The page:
Dr. Morris Named Section Head of Pediatric General Neurology

We are delighted to announce that Dr. Stephanie M. Morris has been named Section Head of Pediatric General Neurology at the Washington University School of Medicine. In her newly appointed position, Dr. Morris will oversee clinical operations for pediatric general neurology. During the past several years, she has been caring for children and young adults with NF as co-Director of the NF Clinical Program at St. Louis Children’s Hospital, and has extended her practice into the pediatric general neurology field with her Autism Clinic and as Director of the Fragile X Clinical Program.
Dr. Morris received her pediatric neurology training at Washington University, where she served as the administrative chief resident. Following her residency, she was a clinical research fellow working with Dr. John Constantino (Chief, Child Psychiatry) and Dr. David H. Gutmann (Director, NF Center) to study autism and developmental disabilities in children with NF1.

Teen NF is Going Virtual for Fall 2020!

The Washington University NF Center is excited to announce our Teen NF, Fall 2020, Session will be going virtual! Since Covid-19 tabled our Spring 2020 Session, we have focused our energy on adapting our current program into a rewarding virtual format. Instead of our usual in-person meetings, this new format will use Zoom, a virtual conference call program, to provide shorter, and more frequent, sessions. Regardless of the meeting style change, our objective is to maintain the integrity of our session goals by continuing to provide social/life skill instruction, incorporating real-time practice/leadership opportunities, and concluding with fun, inclusive games.

To participate in our Teen NF, Fall 2020, Session, please follow the link below and fill out the schedule survey, and click the RSVP button to send an email RSVP to our NF Center Coordinator. On Aug. 31, we will choose one of the three schedules that fit the majority of the families, and send the final email invitation.

“Our ultimate goal is to continue all of our Complementary Care Programs in a safe and successful manner, during these uncertain times. Through these virtual adaptations we will focus on fully supporting our therapy goals, while continuing to build our NF community connections and forge a strong network of family support.”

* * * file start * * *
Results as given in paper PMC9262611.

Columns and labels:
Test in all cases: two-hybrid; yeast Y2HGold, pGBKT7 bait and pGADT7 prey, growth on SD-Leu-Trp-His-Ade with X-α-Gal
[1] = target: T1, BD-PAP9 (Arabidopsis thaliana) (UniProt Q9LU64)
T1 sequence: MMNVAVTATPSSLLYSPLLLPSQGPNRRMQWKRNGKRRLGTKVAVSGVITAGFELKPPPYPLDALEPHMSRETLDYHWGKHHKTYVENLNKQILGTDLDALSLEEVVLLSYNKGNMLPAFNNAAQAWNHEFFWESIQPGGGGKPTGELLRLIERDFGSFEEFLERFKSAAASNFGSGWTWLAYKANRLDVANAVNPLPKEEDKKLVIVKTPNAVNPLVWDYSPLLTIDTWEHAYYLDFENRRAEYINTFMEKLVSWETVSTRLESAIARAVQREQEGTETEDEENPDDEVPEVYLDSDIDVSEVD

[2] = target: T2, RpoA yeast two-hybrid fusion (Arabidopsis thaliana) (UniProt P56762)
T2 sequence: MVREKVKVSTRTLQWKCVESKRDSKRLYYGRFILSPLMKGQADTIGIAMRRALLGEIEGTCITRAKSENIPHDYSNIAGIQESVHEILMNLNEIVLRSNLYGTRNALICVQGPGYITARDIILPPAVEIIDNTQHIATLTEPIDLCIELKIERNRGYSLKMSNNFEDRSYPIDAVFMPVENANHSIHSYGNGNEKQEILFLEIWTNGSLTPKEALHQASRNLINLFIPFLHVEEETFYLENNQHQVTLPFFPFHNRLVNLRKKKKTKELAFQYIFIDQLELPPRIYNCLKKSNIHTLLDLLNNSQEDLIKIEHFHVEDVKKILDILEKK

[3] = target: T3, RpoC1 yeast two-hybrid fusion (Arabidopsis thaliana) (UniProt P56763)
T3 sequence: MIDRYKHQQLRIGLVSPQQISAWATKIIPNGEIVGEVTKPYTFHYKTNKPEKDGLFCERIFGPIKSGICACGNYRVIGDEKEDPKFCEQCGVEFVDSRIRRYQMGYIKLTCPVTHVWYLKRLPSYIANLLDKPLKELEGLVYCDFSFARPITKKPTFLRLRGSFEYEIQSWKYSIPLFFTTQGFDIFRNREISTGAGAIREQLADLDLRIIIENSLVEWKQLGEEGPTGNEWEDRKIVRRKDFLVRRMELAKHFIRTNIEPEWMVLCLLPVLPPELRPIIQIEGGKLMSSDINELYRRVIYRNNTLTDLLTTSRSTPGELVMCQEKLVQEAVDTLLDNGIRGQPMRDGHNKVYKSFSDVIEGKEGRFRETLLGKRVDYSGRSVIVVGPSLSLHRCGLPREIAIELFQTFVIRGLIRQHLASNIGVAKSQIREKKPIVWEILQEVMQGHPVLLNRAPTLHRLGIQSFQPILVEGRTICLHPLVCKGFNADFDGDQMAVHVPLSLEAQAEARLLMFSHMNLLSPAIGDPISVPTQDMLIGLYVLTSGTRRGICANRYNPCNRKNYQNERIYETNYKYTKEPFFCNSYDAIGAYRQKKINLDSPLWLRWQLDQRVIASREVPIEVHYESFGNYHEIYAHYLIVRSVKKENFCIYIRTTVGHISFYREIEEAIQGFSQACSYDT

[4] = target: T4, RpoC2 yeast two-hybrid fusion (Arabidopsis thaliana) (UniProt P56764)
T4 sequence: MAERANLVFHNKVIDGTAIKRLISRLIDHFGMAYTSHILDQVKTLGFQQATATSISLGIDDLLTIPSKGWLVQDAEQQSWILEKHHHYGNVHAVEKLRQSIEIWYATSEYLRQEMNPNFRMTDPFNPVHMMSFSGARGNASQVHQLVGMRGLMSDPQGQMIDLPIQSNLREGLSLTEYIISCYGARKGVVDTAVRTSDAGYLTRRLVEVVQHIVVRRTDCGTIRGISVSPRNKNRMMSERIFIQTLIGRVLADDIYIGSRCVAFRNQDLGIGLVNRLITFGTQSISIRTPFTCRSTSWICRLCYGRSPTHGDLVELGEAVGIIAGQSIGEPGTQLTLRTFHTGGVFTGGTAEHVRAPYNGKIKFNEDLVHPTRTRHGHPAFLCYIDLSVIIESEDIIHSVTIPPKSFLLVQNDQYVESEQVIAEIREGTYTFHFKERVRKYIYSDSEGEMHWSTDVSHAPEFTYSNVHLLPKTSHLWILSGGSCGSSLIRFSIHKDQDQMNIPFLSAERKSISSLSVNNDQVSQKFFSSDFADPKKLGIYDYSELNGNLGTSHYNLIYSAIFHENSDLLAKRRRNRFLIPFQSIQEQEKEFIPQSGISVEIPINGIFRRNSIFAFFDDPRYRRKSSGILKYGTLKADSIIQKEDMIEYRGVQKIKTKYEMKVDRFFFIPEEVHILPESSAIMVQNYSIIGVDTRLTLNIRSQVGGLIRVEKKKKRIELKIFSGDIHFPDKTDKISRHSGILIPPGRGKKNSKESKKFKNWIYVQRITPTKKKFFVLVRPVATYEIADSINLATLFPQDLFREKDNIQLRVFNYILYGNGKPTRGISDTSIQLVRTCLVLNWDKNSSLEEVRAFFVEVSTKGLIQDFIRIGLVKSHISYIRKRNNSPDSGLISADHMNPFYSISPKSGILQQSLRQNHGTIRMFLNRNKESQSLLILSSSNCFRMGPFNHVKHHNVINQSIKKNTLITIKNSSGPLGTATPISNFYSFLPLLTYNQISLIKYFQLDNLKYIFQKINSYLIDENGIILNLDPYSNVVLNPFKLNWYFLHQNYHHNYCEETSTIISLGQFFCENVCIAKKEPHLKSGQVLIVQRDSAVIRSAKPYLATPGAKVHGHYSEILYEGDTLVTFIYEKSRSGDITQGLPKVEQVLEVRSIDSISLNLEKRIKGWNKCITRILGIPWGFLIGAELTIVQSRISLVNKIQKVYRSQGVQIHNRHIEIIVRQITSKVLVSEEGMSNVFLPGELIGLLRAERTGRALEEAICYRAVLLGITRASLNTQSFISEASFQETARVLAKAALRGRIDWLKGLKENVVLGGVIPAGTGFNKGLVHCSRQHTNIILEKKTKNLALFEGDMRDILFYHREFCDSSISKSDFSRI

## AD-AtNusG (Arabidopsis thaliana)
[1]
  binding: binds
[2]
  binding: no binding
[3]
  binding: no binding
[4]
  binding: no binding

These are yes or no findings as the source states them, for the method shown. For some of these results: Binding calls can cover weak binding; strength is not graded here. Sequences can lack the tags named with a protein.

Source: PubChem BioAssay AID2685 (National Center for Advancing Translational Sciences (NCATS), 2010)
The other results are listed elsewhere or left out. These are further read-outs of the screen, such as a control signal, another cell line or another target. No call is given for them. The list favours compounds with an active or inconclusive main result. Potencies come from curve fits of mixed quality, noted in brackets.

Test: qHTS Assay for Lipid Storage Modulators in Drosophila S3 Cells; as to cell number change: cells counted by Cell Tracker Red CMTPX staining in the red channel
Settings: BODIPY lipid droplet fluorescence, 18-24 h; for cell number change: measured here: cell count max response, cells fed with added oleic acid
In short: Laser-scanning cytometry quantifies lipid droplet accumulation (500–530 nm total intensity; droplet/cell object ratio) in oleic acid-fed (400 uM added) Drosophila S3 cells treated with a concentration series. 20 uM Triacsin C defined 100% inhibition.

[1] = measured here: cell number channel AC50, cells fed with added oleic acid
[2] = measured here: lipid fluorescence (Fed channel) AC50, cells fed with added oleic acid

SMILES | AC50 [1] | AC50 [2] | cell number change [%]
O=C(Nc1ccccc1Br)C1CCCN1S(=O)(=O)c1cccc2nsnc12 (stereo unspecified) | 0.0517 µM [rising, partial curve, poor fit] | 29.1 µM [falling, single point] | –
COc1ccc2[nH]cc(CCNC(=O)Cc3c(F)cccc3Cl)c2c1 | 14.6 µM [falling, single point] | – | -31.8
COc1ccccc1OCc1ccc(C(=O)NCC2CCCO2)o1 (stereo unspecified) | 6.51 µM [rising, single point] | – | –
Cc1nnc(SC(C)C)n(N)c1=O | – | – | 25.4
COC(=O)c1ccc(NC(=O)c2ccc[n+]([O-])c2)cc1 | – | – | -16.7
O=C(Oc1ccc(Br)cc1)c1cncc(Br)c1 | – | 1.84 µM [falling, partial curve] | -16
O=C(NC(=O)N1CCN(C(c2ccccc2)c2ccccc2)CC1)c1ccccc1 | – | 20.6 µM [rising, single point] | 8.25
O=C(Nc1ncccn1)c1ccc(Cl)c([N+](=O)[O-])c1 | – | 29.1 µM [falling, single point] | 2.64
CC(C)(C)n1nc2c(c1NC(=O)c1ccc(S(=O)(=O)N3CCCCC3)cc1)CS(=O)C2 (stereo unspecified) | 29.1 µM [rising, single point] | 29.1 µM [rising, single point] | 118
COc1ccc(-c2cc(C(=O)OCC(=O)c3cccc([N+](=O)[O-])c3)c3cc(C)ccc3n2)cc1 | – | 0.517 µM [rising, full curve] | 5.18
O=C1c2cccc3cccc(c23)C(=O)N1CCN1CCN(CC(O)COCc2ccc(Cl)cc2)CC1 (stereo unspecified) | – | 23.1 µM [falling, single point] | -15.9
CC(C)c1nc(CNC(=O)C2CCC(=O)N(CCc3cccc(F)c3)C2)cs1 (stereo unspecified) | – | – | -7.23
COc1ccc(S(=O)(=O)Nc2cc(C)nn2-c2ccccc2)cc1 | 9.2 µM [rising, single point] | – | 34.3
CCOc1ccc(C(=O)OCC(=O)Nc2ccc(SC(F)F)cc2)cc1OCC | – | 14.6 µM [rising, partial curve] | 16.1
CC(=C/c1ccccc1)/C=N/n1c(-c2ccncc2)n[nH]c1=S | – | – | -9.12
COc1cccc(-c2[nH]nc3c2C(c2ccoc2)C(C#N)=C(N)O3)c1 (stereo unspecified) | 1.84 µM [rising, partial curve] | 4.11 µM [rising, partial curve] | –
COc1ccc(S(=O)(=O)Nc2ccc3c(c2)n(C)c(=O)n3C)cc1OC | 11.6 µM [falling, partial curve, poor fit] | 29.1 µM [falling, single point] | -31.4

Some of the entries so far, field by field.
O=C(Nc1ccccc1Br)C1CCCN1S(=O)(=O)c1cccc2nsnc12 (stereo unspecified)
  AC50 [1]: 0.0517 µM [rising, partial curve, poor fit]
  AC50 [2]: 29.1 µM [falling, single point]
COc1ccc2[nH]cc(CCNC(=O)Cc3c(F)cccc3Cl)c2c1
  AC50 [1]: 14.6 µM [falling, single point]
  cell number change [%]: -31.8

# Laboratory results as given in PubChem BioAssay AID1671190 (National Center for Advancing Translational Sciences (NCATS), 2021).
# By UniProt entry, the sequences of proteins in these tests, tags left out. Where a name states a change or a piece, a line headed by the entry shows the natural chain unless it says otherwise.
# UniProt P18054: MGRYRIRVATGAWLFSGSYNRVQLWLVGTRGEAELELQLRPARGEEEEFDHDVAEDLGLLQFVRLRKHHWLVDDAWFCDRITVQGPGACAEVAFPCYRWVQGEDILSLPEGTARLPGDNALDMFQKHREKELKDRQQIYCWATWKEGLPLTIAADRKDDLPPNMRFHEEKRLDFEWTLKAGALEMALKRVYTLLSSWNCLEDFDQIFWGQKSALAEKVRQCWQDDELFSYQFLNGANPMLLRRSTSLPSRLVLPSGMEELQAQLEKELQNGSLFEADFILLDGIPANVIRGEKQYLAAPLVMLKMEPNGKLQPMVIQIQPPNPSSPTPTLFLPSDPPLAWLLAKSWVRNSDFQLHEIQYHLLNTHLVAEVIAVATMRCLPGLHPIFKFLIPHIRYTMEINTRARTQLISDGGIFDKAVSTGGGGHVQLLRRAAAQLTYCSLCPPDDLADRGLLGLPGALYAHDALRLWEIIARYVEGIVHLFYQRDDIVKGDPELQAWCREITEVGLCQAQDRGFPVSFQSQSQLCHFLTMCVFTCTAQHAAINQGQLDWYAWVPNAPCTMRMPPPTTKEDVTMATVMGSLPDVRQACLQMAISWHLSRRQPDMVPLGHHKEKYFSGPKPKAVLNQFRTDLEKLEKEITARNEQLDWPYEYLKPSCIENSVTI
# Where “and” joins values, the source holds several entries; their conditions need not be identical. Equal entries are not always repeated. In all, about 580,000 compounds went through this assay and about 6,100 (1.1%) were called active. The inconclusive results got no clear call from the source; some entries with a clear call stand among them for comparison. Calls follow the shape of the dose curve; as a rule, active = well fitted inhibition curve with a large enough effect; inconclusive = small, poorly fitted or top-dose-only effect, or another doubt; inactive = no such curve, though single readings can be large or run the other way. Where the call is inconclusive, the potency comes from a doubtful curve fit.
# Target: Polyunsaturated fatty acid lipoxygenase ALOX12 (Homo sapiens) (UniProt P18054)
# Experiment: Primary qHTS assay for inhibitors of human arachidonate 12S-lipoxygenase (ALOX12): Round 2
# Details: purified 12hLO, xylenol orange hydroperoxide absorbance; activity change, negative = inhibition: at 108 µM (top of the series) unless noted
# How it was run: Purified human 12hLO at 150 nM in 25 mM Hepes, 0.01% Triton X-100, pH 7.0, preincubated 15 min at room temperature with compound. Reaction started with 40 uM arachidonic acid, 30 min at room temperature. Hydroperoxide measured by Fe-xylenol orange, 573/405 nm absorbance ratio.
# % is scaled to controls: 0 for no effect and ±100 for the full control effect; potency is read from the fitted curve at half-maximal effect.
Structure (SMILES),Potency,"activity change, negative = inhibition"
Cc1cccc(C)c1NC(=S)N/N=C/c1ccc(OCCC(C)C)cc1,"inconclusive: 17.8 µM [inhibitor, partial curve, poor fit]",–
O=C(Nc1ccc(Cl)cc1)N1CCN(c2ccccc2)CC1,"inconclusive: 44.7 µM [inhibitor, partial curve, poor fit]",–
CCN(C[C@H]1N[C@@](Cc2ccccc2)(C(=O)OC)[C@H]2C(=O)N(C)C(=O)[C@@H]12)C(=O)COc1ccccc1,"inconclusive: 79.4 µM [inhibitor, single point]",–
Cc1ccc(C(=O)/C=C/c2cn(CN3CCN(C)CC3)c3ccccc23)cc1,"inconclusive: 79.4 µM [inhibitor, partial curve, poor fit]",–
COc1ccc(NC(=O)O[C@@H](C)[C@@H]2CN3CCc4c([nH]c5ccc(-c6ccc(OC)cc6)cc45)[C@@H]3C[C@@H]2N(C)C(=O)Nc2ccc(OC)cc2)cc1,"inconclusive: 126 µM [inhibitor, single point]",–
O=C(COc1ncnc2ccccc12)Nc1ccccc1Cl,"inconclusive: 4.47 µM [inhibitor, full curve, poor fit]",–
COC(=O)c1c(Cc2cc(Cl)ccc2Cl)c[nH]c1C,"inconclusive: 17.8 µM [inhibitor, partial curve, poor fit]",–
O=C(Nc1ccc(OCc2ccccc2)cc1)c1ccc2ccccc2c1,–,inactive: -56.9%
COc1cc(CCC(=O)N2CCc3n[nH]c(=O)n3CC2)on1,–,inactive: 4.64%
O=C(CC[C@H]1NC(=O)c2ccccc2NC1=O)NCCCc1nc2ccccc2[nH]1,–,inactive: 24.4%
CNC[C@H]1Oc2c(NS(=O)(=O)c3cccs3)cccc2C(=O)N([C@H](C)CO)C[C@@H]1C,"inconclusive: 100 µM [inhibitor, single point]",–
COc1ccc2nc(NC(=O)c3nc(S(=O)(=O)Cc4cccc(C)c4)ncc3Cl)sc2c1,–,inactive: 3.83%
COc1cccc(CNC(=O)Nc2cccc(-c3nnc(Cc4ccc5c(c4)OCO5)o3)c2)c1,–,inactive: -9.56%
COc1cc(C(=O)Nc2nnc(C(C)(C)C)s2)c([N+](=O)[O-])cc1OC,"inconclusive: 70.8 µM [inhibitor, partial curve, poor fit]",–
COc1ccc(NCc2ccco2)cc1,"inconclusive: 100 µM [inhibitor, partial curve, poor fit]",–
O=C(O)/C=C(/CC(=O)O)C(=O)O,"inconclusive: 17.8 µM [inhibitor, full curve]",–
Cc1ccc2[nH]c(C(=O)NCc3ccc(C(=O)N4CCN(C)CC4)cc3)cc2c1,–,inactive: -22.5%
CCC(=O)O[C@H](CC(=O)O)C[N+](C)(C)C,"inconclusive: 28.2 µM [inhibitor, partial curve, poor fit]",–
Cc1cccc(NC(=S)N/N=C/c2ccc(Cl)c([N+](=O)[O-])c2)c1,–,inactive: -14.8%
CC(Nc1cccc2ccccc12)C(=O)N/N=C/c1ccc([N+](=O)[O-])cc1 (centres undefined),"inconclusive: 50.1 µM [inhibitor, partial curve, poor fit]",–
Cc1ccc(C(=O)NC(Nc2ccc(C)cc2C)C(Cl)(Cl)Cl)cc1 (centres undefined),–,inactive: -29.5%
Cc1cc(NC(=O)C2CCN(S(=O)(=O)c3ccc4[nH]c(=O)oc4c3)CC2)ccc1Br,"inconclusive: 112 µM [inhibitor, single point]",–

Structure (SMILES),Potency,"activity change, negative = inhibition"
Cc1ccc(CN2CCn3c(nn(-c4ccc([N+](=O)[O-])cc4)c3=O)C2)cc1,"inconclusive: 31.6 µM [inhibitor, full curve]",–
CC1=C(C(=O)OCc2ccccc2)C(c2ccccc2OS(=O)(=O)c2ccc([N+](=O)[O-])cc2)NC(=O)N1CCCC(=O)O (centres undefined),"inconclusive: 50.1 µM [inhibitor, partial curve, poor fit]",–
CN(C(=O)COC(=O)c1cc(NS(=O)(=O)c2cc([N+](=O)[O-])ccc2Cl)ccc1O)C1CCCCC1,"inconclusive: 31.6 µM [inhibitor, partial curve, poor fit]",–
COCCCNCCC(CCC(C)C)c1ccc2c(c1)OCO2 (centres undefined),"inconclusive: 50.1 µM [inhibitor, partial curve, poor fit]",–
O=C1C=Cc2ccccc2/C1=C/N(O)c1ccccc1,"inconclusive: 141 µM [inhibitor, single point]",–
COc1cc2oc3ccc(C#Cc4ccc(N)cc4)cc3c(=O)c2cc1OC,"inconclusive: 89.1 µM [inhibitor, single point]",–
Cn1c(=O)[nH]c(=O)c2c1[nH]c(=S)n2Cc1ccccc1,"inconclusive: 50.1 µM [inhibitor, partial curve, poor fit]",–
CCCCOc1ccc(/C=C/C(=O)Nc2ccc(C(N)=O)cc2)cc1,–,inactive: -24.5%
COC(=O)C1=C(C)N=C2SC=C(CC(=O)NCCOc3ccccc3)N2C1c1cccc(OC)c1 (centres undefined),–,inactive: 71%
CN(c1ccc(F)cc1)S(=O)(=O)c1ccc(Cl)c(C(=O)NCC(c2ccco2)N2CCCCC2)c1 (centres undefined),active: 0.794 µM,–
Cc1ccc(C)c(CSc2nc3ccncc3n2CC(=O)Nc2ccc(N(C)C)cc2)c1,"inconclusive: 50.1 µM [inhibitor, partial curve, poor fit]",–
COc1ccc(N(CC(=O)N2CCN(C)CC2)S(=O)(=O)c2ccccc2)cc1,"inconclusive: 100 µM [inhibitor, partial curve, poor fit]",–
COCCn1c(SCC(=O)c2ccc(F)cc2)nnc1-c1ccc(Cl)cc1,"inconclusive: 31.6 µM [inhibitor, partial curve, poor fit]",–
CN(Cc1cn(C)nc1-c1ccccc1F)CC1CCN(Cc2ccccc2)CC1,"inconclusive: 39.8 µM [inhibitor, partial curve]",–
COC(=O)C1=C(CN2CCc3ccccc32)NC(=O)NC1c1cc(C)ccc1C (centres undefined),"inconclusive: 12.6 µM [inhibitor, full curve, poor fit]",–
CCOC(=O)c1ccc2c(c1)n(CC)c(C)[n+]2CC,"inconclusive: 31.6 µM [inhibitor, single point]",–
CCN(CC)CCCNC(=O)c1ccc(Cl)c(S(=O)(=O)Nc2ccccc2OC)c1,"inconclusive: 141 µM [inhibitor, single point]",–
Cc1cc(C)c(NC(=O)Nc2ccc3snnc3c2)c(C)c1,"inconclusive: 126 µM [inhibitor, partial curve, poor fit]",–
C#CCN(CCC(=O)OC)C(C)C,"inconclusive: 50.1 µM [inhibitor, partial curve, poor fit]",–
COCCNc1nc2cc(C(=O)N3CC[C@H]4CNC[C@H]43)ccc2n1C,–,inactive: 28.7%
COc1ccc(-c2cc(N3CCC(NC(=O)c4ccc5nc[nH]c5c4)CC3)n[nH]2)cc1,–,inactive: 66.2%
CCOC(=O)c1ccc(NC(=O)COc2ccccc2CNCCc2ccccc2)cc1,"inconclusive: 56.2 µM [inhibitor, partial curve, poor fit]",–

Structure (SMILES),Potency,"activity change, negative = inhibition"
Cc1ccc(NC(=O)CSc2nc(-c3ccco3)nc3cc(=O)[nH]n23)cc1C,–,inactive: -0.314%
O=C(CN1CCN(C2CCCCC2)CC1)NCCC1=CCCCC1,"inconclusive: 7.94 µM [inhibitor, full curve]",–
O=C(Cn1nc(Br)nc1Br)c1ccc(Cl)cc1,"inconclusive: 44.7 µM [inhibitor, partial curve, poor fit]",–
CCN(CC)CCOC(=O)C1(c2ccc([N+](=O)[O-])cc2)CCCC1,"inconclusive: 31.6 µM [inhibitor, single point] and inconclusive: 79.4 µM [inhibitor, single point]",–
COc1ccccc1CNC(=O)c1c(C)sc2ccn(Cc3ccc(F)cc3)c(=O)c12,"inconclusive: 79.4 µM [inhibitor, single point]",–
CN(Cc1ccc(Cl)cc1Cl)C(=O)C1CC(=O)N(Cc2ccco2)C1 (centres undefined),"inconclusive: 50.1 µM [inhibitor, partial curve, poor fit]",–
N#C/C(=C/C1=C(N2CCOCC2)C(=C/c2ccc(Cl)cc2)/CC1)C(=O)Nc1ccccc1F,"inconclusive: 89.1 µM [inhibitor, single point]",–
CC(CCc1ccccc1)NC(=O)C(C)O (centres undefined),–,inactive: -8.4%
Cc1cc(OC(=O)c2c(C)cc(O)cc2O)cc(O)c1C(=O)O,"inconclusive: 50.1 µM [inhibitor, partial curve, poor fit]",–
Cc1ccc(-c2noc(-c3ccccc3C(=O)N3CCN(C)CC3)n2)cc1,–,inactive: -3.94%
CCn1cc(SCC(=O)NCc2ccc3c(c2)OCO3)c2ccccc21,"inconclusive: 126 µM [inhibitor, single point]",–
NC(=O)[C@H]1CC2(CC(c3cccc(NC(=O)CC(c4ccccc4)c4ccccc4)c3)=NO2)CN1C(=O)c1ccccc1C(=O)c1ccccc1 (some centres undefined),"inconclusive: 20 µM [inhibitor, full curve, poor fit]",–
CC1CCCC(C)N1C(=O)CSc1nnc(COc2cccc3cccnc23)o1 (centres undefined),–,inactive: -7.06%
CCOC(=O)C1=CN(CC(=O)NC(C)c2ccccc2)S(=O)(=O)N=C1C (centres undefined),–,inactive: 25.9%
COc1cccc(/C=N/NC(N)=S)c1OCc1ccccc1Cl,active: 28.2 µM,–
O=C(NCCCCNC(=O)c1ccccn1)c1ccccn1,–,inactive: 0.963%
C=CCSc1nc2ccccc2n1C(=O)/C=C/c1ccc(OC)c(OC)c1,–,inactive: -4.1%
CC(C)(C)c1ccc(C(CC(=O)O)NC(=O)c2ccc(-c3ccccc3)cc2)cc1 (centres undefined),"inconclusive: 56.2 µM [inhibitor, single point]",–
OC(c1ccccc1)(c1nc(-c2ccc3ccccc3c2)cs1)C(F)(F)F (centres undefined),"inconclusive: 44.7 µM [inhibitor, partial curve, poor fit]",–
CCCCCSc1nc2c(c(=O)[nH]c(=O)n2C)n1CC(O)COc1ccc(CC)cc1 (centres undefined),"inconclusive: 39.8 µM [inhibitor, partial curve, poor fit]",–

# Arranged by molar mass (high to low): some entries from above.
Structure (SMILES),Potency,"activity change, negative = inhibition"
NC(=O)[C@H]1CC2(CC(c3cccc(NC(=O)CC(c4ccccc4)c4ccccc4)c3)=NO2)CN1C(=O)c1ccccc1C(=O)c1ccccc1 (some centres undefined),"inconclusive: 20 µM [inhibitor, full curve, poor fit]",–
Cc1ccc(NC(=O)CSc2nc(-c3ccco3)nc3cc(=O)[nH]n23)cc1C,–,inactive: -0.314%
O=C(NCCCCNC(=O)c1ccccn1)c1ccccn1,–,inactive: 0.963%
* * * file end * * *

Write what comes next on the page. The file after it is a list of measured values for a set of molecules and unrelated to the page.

– Jennifer Traber, NF Center Coordinator

 

There are a few supplies needed to attend the Teen NF meetings:
– Internet connection
– Laptop with video capabilities, or smart phone with a camera
If you do not have access to these supplies, or have any questions or concerns, please contact Jennifer Traber: jtraber@wustl.edu or 314-362-1244.

UPDATE: NF Clinical Trials – Summer 2020

research2Check out the NF Clinical Trials section of our website, which was recently updated to include current NF-related trials from clinicaltrials.gov. Some new studies that have been added are:

NF1 Clinical Trials:

NF2 Clinical Trials:

If you are interested in participating in an NF Clinical Trial, please be sure to explore your options. Clinical trials are an exciting and important opportunity for people with NF1 and NF2 to make a difference in their own lives as well as the lives of others affected with NF1 and NF2. It is important to note, when you participate in a clinical trial or study, you are:

  • Receiving the most advanced care.
  • Giving to future generations of people living with NF1 and NF2.
  • Helping to change the way we practice medicine.

NF Center 2020, Volume 2 Newsletter Published

Check out the NF Center 2020, Volume 2 newsletter (pdf) to read about new research on NF1 brain tumors and human brain cells, learn about a new therapy treatment for children with NF1, and read updates on patient engagement.

Additionally, learn about:

  • The Advocate of Hope Award honoring Dr. Gutmann
  • Our newest Patient Spotlight article

If you haven’t already done so, be sure to also take a look at our previous issues of the NF Center newsletter for additional NF-related research updates and patient spotlights!